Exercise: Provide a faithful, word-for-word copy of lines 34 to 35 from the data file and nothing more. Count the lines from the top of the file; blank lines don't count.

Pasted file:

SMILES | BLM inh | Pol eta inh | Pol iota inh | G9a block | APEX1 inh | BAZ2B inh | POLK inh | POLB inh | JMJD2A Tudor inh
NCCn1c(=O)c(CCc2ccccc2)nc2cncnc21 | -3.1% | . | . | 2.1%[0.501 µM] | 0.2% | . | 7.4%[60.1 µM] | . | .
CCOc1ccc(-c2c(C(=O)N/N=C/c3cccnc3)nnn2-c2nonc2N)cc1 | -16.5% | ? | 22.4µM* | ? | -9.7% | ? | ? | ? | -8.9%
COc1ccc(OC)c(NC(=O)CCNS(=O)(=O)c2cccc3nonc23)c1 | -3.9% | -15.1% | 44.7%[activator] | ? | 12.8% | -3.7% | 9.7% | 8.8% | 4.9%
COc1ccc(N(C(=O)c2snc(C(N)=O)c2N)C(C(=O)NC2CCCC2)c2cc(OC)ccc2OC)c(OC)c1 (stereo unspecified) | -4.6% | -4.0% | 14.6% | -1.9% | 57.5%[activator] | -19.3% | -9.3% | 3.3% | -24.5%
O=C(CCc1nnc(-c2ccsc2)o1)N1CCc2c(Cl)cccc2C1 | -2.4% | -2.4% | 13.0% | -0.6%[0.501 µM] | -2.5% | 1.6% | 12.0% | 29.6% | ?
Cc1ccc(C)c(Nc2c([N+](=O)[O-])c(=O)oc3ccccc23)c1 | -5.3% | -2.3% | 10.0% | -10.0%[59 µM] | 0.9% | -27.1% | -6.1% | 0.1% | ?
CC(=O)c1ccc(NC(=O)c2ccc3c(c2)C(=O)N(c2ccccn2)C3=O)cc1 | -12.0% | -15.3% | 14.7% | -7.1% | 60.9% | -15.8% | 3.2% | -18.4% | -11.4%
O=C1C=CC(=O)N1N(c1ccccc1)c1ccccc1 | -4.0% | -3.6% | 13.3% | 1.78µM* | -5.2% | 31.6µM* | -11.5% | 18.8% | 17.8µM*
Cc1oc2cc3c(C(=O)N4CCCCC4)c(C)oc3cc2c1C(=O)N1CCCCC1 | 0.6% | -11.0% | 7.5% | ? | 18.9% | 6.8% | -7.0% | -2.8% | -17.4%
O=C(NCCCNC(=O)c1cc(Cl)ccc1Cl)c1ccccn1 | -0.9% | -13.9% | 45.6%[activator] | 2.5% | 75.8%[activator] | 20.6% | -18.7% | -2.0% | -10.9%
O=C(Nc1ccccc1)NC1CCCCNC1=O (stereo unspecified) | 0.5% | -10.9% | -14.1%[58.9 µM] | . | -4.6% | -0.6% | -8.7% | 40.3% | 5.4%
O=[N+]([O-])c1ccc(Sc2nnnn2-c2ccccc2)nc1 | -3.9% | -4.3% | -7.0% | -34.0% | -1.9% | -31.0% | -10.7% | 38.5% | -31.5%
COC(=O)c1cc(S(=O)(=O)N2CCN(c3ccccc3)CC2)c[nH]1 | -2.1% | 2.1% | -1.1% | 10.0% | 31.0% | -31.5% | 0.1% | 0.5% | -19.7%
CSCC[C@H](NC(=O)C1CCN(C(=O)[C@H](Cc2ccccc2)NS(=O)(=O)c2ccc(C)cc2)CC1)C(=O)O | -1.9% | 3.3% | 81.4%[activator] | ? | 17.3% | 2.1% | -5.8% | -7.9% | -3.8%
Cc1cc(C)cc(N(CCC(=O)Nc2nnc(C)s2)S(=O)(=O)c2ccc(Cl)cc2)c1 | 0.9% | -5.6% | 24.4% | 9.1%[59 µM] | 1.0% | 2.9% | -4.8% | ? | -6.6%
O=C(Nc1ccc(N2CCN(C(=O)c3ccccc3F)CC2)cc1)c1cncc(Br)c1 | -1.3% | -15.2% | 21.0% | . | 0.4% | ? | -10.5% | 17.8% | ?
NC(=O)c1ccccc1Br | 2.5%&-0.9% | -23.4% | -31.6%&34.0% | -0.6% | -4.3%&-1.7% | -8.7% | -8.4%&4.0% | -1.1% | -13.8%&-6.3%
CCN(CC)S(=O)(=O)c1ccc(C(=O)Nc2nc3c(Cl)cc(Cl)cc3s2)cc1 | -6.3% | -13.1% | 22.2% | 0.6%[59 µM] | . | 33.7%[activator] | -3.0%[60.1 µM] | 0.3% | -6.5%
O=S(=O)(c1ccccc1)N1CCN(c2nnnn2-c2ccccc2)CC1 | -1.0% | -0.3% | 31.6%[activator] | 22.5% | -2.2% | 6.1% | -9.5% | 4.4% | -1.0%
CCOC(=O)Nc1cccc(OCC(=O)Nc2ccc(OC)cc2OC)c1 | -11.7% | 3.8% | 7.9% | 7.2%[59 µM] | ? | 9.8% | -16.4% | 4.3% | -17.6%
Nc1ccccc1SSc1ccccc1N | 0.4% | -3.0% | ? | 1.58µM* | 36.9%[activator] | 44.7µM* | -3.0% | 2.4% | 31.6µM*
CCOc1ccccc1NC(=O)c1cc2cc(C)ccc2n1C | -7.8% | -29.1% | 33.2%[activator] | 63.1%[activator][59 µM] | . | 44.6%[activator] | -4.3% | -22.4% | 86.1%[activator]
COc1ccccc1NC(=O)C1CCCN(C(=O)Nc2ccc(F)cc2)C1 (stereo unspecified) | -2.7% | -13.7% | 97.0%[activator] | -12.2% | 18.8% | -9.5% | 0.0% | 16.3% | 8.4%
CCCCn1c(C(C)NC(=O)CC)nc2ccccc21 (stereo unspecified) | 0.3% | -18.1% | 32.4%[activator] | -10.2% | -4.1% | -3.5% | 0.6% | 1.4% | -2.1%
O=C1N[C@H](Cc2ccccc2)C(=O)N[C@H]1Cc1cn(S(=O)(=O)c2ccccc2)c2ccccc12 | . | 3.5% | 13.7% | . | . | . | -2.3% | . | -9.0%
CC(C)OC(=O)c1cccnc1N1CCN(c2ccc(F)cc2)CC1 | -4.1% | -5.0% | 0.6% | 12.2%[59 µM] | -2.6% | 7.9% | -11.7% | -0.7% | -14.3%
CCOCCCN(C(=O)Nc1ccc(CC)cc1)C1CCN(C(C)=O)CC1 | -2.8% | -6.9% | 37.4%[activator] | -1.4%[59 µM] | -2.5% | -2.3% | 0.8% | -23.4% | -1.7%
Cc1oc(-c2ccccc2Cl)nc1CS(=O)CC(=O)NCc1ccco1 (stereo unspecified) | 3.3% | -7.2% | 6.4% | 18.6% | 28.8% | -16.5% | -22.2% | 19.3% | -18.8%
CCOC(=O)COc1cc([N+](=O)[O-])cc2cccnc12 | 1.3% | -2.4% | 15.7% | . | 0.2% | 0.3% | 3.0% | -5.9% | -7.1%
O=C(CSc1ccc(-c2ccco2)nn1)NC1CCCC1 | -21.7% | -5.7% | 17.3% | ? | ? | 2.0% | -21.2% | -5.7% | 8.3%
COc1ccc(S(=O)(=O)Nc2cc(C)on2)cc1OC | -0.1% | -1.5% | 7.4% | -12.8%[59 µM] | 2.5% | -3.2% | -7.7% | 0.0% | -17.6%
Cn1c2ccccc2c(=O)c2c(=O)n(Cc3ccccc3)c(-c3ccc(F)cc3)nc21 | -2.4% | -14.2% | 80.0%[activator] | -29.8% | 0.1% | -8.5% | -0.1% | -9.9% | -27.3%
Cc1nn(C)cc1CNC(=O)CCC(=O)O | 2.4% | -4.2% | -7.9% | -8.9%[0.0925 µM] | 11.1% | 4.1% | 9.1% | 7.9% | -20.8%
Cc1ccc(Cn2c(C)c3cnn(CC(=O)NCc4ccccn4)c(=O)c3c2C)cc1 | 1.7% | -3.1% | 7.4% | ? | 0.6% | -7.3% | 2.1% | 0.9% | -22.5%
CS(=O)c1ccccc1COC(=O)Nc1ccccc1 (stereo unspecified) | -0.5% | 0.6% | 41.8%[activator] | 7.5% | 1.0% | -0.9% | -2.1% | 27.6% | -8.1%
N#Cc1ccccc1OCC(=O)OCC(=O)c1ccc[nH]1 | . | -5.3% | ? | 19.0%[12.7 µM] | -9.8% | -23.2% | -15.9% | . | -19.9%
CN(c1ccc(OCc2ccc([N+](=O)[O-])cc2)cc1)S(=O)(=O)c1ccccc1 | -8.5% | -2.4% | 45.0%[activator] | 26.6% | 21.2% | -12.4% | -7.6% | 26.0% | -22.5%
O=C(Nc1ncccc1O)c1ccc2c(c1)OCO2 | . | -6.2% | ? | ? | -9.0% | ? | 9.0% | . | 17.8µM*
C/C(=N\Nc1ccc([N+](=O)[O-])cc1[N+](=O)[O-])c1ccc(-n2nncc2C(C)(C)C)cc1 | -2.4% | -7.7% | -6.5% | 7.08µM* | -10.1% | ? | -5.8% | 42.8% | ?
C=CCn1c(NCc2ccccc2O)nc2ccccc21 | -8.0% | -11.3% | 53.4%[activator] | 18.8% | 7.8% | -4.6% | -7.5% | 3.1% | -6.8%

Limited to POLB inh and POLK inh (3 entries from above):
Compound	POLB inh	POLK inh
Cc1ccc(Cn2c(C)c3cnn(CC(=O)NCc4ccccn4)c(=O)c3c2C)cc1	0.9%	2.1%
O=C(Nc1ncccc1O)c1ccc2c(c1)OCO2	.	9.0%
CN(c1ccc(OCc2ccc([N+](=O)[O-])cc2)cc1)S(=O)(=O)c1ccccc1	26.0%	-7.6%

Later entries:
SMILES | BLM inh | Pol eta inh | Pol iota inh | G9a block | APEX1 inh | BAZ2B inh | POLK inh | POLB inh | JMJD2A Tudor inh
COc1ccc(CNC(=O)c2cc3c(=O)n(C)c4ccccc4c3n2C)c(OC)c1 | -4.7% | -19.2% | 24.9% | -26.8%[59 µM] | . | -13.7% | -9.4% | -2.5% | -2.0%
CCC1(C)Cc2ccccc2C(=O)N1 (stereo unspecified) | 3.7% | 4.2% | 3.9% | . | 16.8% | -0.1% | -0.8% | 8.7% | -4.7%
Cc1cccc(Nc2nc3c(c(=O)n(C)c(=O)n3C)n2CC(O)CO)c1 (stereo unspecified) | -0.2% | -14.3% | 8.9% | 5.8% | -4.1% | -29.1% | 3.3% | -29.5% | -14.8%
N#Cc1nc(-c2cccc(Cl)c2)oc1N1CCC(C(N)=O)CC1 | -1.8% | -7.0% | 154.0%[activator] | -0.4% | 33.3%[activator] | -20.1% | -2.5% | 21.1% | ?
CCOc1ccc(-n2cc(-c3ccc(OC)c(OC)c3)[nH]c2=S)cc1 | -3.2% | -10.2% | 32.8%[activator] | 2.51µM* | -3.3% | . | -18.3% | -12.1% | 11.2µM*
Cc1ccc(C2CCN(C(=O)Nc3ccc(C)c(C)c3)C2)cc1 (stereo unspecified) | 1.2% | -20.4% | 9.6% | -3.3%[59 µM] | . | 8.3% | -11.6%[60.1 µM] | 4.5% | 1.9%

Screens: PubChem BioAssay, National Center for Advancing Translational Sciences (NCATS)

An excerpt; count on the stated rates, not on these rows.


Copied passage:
Cc1nn(C)cc1CNC(=O)CCC(=O)O | 2.4% | -4.2% | -7.9% | -8.9%[0.0925 µM] | 11.1% | 4.1% | 9.1% | 7.9% | -20.8%
Cc1ccc(Cn2c(C)c3cnn(CC(=O)NCc4ccccn4)c(=O)c3c2C)cc1 | 1.7% | -3.1% | 7.4% | ? | 0.6% | -7.3% | 2.1% | 0.9% | -22.5%